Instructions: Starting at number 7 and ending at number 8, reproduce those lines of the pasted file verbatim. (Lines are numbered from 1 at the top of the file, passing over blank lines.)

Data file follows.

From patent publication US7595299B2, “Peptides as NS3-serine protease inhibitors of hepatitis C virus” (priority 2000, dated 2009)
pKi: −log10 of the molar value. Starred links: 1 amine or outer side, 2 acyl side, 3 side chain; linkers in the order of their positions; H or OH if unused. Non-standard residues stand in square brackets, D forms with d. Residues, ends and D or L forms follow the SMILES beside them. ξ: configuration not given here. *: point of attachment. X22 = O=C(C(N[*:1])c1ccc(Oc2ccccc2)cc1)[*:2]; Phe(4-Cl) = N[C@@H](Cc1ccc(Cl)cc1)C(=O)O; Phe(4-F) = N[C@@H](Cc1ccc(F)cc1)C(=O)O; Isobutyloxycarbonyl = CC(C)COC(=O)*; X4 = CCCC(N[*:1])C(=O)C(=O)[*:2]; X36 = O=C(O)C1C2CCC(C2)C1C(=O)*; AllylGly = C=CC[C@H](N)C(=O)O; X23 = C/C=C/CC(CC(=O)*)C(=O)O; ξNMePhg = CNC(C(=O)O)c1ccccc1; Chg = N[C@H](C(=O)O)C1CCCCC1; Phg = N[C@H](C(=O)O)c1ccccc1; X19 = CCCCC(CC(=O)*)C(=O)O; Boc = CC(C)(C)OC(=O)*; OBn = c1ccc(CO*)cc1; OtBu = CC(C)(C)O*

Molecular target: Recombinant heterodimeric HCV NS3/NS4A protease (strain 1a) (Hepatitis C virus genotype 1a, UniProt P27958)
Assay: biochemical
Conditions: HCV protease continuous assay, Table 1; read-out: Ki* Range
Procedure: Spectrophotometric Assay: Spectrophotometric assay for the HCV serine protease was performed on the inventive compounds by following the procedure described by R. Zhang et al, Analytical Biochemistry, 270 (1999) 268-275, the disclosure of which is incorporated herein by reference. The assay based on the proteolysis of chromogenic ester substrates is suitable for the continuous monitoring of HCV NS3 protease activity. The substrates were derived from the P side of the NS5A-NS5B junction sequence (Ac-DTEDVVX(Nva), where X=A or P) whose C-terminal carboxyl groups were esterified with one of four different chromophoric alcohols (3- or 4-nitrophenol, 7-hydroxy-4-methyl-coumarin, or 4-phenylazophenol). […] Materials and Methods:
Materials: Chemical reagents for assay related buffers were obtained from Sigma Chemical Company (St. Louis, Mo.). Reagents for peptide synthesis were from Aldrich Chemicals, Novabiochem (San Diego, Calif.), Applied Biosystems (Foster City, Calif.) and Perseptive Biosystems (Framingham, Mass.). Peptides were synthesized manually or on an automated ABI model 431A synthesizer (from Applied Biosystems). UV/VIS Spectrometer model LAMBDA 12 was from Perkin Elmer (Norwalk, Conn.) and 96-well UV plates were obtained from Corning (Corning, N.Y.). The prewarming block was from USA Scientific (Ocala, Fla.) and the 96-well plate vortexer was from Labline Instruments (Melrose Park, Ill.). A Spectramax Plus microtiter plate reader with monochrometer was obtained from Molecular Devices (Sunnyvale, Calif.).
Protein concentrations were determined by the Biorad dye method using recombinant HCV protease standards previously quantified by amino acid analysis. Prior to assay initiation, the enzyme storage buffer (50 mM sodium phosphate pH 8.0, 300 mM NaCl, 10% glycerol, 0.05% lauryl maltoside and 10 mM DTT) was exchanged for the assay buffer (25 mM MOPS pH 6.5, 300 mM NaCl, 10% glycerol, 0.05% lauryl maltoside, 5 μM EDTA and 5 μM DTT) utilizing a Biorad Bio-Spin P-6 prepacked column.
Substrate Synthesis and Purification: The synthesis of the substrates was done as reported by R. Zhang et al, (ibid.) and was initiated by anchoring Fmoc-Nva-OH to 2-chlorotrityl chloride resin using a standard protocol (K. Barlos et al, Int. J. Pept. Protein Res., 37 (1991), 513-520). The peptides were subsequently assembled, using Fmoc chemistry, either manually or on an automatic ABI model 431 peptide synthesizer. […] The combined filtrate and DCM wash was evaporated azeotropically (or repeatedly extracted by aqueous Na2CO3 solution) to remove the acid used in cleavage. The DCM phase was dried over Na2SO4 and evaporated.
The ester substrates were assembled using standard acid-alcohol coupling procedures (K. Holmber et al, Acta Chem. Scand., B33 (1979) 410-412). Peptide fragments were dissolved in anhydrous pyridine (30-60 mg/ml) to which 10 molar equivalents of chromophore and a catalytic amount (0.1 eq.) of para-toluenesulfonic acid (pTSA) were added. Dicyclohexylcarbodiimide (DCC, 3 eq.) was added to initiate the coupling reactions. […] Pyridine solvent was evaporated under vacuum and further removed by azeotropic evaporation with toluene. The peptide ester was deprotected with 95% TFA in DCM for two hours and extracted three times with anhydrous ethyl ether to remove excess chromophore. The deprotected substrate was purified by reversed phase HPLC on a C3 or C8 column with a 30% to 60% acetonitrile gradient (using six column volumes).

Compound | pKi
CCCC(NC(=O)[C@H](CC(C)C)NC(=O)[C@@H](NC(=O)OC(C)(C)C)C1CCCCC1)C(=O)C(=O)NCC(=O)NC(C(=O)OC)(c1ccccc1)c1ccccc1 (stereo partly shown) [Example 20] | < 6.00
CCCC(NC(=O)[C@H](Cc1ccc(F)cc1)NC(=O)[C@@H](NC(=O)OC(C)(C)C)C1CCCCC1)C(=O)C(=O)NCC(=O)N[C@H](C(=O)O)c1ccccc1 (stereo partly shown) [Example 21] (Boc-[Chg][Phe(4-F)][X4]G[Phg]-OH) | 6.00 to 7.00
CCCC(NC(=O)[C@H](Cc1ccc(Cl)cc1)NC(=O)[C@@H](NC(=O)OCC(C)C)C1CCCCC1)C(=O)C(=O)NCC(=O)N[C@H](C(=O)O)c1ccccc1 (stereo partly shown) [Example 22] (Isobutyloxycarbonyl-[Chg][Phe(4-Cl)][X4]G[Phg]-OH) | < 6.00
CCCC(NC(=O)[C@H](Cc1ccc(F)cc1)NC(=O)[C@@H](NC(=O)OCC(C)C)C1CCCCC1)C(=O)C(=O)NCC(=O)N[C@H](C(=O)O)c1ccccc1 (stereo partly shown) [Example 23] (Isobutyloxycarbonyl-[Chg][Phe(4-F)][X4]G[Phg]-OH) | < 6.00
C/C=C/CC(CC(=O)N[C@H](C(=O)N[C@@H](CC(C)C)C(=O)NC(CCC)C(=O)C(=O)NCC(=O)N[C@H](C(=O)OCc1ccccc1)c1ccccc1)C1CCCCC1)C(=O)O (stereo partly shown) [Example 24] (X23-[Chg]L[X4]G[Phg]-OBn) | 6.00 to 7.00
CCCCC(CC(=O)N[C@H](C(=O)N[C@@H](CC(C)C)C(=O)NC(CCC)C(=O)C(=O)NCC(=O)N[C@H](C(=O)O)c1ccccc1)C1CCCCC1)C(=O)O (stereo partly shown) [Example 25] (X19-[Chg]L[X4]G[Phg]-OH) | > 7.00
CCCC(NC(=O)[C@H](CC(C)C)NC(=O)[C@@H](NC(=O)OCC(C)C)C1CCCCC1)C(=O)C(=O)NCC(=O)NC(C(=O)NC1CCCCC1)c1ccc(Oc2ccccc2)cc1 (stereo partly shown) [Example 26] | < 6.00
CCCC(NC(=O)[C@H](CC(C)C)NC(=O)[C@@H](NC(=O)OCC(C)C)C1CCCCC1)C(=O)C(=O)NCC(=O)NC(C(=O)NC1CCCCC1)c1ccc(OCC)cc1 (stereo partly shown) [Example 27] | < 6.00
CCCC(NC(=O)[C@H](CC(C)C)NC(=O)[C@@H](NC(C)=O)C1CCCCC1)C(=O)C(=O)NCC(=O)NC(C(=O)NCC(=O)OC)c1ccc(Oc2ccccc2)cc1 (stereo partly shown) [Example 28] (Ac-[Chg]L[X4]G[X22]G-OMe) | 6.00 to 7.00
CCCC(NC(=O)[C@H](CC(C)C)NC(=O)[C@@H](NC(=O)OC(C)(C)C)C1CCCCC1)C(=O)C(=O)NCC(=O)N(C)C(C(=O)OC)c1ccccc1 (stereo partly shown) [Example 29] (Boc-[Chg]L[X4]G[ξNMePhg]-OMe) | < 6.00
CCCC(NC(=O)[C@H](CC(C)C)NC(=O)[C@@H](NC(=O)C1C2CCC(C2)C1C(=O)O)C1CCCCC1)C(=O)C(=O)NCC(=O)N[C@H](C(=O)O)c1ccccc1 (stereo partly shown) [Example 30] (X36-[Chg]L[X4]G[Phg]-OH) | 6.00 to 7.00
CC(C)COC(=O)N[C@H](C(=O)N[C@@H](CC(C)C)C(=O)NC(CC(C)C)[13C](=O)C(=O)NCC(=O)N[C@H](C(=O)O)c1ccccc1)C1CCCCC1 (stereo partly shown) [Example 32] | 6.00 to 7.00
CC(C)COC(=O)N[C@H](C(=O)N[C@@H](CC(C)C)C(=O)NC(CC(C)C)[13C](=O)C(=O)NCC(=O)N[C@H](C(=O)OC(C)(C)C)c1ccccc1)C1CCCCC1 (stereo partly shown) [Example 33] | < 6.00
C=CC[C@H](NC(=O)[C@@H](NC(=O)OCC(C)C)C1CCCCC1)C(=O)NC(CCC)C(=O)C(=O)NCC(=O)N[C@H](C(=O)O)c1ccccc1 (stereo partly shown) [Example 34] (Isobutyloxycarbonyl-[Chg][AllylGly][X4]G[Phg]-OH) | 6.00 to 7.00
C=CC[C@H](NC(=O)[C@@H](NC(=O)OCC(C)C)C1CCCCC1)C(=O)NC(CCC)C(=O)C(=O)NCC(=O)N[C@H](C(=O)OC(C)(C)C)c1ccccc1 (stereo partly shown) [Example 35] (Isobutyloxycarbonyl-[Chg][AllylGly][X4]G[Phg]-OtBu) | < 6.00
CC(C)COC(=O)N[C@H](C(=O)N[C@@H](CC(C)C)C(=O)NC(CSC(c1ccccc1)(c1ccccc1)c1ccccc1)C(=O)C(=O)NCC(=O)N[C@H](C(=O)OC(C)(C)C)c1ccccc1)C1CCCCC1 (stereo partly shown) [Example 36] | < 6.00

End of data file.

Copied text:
Materials: Chemical reagents for assay related buffers were obtained from Sigma Chemical Company (St. Louis, Mo.). Reagents for peptide synthesis were from Aldrich Chemicals, Novabiochem (San Diego, Calif.), Applied Biosystems (Foster City, Calif.) and Perseptive Biosystems (Framingham, Mass.). Peptides were synthesized manually or on an automated ABI model 431A synthesizer (from Applied Biosystems). UV/VIS Spectrometer model LAMBDA 12 was from Perkin Elmer (Norwalk, Conn.) and 96-well UV plates were obtained from Corning (Corning, N.Y.). The prewarming block was from USA Scientific (Ocala, Fla.) and the 96-well plate vortexer was from Labline Instruments (Melrose Park, Ill.). A Spectramax Plus microtiter plate reader with monochrometer was obtained from Molecular Devices (Sunnyvale, Calif.).
Protein concentrations were determined by the Biorad dye method using recombinant HCV protease standards previously quantified by amino acid analysis. Prior to assay initiation, the enzyme storage buffer (50 mM sodium phosphate pH 8.0, 300 mM NaCl, 10% glycerol, 0.05% lauryl maltoside and 10 mM DTT) was exchanged for the assay buffer (25 mM MOPS pH 6.5, 300 mM NaCl, 10% glycerol, 0.05% lauryl maltoside, 5 μM EDTA and 5 μM DTT) utilizing a Biorad Bio-Spin P-6 prepacked column.